Progressive Constitutional scholar Jonathan Turley recently noted that: “This administration was seeking a massive expansion of presidential power and national security powers before 9/11. 9/11 was highly convenient in that case,” George Washington University law professor Jonathan Turley told Keith Olbermann on Countdown. “I’m not saying that they welcomed it, but when it happened, it was a great opportunity to seize powers that they have long wanted at the FBI.”
No Jonathan, you and the overwhelming majority of American liberal academia would not say they “welcomed it”, but you’re stepping right up to the line between “it just happened” and the U.S. government’s orchestration of the attacks. Both you and Klein realize the cost to you in left-liberal circles if you were to actually cross the line.
I cannot recommend Shock Doctrine highly enough for a multi-layered understanding of the origin, evolution, and likely outcome of disaster capitalism. It offers an extraordinary economic and geopolitical map of historical and current events. Yet the book’s treatment of 9/11 is disappointingly characteristic of the progressive response to the tragedy which belies once again its intellectual armoring against venturing into the territory of conspiracy. Yet nowhere in Shock Doctrine is the most absurd, incongruous, intellectually insulting conspiracy of all, the “official” story of 9/11, challenged.
While I have been on record for years arguing that the attacks were orchestrated by the U.S. government, and while I have repeatedly supported the 9/11 truth movement, I no longer feel a sense of urgency in pursuit of 9/11 truth. The larger picture of the collapse of empire and civilization, of which 9/11 was only one piece, compel me to expand my horizon. Nevertheless, when otherwise perspicacious minds tenaciously embrace the official story, no doubt in fear of being labeled a conspiracy theorist, I feel equally compelled to challenge the contradiction.
Shock Doctrine offers us priceless documentation of the lengths to which empire has gone and will go to achieve and maintain primacy; however, its one shocking and pivotal incongruity must be illuminated. Unless we are willing to cross the line into the forbidden domain of pre-meditated mass murder that was 9/11, we are adrift in a stochastic world of “stuff happens” while surrounded by a sea of intentional, well-orchestrated holocausts.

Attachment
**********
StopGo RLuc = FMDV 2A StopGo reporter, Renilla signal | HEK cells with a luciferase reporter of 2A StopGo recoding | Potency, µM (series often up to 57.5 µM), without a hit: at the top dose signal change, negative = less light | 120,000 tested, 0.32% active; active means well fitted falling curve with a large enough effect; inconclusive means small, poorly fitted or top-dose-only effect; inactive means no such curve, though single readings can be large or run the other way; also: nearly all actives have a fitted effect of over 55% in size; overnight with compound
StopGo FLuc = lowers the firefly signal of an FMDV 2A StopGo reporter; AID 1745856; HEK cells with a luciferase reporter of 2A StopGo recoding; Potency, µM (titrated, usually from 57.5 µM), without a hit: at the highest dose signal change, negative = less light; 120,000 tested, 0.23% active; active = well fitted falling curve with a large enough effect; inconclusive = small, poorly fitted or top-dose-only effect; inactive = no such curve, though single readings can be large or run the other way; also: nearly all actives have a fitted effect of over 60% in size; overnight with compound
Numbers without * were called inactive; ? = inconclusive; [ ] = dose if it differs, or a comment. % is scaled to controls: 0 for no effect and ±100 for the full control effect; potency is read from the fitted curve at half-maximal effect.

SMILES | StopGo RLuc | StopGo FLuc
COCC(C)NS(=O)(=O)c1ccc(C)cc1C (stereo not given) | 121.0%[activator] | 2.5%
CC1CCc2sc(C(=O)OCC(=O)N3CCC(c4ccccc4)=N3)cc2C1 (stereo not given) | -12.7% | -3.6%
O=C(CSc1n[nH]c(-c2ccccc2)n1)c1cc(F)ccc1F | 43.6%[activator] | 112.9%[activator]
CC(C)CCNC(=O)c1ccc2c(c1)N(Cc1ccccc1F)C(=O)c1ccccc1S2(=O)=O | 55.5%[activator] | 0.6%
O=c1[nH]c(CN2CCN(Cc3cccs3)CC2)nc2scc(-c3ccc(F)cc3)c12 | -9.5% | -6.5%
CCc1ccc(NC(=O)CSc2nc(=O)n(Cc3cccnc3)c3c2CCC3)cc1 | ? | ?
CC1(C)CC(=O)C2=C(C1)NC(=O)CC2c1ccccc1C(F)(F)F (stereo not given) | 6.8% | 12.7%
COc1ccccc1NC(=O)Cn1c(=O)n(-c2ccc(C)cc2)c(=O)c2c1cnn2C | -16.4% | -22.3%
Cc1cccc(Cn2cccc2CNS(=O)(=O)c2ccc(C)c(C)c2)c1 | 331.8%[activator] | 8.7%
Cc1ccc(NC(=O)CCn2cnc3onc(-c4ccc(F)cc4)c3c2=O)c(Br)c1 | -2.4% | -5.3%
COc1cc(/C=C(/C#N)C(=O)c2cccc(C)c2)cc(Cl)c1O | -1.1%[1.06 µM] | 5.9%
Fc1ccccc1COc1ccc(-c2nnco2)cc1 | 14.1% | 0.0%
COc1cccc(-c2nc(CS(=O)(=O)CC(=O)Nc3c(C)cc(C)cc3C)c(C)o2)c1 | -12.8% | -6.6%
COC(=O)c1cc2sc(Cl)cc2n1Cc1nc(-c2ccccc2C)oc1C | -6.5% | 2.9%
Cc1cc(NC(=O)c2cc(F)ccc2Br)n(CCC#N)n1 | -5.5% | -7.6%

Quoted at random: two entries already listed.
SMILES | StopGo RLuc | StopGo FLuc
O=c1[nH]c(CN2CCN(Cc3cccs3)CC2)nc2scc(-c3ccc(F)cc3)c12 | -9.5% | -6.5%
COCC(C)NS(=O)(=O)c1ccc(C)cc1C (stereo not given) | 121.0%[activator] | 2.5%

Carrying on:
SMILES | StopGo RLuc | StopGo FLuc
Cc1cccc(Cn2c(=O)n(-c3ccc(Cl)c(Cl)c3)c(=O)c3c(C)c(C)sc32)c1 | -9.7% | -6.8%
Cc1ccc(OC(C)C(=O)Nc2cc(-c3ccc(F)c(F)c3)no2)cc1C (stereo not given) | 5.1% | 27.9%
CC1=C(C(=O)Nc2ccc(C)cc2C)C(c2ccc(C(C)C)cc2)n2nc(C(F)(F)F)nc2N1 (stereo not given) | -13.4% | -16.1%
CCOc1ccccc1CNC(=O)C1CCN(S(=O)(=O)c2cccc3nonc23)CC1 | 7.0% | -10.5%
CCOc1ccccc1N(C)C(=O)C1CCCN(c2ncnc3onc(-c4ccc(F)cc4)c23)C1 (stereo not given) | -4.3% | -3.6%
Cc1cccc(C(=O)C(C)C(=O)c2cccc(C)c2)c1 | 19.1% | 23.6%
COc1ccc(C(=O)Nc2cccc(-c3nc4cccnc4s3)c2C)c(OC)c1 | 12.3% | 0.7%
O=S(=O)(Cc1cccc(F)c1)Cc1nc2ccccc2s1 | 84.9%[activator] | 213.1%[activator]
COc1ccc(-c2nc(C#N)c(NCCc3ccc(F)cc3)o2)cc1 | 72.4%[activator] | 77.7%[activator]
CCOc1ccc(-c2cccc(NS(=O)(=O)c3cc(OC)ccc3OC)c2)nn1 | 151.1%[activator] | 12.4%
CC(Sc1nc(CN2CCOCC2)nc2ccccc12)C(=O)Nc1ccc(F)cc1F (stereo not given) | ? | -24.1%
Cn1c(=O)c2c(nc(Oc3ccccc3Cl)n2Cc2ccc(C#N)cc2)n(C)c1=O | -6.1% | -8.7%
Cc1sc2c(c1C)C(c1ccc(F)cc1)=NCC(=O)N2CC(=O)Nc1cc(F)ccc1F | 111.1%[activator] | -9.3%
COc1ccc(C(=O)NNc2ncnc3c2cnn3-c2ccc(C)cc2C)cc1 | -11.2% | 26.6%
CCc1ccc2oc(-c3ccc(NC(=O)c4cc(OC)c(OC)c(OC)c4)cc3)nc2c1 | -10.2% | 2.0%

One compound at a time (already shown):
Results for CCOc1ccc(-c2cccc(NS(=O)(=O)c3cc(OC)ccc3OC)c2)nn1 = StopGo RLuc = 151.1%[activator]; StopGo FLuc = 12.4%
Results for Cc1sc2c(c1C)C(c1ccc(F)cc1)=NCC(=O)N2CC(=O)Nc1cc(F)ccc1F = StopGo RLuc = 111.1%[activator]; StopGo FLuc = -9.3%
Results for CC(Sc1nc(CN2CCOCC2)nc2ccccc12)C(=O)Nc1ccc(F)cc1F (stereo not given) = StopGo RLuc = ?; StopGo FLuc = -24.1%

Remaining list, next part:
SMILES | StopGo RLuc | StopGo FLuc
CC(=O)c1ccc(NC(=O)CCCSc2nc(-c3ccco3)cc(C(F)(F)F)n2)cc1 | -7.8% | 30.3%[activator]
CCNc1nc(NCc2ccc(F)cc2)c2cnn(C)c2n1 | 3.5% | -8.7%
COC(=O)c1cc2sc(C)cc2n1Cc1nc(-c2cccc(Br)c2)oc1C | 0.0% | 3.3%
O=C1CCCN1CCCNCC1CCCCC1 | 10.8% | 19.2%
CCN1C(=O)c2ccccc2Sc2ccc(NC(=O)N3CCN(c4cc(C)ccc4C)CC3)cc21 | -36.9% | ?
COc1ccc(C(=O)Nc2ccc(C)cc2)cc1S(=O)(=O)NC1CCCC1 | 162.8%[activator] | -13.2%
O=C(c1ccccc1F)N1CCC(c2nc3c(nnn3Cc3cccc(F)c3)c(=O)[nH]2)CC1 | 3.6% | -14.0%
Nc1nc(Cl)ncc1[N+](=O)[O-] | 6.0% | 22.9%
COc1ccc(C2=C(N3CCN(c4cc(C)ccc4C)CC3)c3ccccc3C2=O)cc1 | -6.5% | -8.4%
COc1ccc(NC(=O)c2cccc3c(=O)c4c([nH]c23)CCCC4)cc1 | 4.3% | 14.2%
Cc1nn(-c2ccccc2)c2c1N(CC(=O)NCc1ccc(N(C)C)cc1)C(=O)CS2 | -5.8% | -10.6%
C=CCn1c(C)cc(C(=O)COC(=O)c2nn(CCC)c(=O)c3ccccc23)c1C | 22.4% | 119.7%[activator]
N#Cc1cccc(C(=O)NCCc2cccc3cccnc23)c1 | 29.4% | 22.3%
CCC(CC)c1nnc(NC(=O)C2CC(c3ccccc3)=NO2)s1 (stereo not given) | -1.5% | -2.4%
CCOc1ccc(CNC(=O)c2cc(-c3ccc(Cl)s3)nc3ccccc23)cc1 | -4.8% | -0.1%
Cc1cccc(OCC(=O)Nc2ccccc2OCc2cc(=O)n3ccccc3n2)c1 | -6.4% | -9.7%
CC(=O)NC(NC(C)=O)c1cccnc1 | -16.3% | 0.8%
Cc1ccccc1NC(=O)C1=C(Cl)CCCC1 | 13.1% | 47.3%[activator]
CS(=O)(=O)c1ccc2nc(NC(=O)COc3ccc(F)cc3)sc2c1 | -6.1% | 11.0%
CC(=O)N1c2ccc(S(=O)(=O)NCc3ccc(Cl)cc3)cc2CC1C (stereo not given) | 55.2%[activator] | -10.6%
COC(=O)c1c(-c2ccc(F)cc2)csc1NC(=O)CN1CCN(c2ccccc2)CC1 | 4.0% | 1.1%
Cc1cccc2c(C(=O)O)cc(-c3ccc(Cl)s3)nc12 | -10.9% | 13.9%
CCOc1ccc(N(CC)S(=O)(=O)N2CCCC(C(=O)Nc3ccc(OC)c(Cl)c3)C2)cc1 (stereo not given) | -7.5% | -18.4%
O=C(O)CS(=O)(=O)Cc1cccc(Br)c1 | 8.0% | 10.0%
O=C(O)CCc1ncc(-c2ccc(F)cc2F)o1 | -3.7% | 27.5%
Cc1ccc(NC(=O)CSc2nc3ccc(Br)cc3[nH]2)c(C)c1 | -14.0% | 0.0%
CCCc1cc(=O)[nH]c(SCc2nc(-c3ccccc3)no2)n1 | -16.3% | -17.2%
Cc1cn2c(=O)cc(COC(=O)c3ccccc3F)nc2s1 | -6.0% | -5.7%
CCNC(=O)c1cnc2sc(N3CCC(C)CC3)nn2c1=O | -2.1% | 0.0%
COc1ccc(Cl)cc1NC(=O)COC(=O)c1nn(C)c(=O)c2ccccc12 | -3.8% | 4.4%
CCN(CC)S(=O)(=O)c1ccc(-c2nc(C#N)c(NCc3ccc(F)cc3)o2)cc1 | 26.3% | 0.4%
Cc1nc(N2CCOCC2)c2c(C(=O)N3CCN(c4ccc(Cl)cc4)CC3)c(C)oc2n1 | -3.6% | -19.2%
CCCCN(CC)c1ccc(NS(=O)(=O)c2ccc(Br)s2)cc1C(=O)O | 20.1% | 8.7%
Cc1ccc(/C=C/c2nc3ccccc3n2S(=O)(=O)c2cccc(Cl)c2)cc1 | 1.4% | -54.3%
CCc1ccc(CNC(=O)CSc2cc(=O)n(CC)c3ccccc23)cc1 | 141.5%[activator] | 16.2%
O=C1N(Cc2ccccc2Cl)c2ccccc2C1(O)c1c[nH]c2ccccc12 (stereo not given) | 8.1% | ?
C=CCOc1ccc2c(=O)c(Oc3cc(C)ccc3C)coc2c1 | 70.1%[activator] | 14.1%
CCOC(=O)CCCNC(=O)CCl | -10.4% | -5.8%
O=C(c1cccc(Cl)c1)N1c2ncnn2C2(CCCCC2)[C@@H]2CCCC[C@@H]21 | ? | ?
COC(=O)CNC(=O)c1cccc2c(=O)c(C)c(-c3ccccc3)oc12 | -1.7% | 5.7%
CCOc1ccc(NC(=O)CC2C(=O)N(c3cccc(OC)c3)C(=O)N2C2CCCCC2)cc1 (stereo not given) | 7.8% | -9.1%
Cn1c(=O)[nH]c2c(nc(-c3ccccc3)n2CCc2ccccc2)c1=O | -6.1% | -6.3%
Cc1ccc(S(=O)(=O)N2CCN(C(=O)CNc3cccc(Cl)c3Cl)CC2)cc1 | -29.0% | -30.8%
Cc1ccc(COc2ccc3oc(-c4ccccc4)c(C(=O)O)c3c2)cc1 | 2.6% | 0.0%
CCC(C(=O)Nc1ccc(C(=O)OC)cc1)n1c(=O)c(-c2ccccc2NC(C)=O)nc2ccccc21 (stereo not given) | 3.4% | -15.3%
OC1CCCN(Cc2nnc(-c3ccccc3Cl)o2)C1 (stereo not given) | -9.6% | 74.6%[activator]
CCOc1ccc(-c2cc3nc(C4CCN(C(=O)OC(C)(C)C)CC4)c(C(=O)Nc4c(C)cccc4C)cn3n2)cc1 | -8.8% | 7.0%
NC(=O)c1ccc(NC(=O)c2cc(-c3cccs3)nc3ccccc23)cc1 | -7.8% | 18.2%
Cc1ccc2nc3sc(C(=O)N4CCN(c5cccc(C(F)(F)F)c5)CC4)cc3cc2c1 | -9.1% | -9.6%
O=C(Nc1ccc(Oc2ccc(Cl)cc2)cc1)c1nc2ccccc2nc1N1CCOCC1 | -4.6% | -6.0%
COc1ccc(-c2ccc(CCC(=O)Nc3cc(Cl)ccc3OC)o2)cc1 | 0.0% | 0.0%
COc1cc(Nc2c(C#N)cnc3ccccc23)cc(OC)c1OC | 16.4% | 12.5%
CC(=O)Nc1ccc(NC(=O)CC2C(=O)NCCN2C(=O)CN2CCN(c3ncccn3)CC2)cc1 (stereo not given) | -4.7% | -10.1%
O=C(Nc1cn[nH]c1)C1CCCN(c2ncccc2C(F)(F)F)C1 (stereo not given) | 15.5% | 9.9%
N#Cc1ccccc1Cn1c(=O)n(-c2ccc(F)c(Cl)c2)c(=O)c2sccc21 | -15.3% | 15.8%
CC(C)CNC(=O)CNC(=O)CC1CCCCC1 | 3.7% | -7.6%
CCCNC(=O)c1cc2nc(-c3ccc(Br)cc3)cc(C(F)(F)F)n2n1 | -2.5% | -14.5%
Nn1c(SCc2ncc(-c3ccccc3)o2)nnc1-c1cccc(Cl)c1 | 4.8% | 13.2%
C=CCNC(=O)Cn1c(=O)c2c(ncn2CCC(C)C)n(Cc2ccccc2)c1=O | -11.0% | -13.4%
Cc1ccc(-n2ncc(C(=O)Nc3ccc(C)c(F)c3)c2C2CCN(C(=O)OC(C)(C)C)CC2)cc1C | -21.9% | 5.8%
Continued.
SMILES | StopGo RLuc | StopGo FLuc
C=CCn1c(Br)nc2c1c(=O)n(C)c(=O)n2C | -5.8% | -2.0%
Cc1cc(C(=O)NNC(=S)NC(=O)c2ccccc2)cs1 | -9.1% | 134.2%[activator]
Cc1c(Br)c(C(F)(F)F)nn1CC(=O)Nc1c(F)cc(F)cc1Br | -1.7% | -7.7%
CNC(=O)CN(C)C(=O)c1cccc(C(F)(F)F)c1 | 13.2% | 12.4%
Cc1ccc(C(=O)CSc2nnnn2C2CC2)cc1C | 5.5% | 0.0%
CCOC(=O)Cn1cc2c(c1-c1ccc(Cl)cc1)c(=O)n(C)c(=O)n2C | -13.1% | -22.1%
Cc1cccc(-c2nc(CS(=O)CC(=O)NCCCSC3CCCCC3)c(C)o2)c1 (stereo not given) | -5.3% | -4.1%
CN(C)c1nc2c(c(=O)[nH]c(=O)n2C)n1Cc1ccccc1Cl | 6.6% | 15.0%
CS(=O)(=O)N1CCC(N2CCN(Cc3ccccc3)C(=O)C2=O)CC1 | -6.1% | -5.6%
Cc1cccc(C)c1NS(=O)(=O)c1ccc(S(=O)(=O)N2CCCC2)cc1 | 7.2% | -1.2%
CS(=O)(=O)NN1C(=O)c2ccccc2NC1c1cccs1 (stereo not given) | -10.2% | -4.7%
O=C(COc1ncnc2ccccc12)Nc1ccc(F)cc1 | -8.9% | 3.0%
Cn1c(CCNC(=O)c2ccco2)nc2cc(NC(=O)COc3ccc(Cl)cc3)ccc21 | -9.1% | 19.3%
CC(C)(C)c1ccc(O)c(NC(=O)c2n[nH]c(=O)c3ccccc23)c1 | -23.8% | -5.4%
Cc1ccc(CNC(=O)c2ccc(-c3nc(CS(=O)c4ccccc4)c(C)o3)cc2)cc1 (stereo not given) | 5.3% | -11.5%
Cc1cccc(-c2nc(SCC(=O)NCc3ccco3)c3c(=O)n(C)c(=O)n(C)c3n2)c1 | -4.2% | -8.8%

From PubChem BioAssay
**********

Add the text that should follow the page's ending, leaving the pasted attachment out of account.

So What Does It Matter If Progressives Can’t Go There?
With respect to a book like Shock Doctrine which plumbs the depths of malignancy that the United States has inflicted upon the world and on its own citizens, the inability of its author to allow herself to know the whole truth about 9/11 and speak it, is astounding. Not only does it reveal the intellectual constraints which the progressive movement has foisted upon itself, but it facilitates a tenacious clinging to endless layers of denial. Even worse, in so doing the liberal left perpetuates not only everyone else’s denial but the false hopes and pseudo-solutions of the American political chimera, the corruption of which is consummate and which serves no other purposes than choreographing a caricature of democracy and ensuring massive social control.
Carolyn Baker is a frequent contributor to Global Research. Global Research Articles by Carolyn Baker
© Copyright Carolyn Baker, Global Research, 2007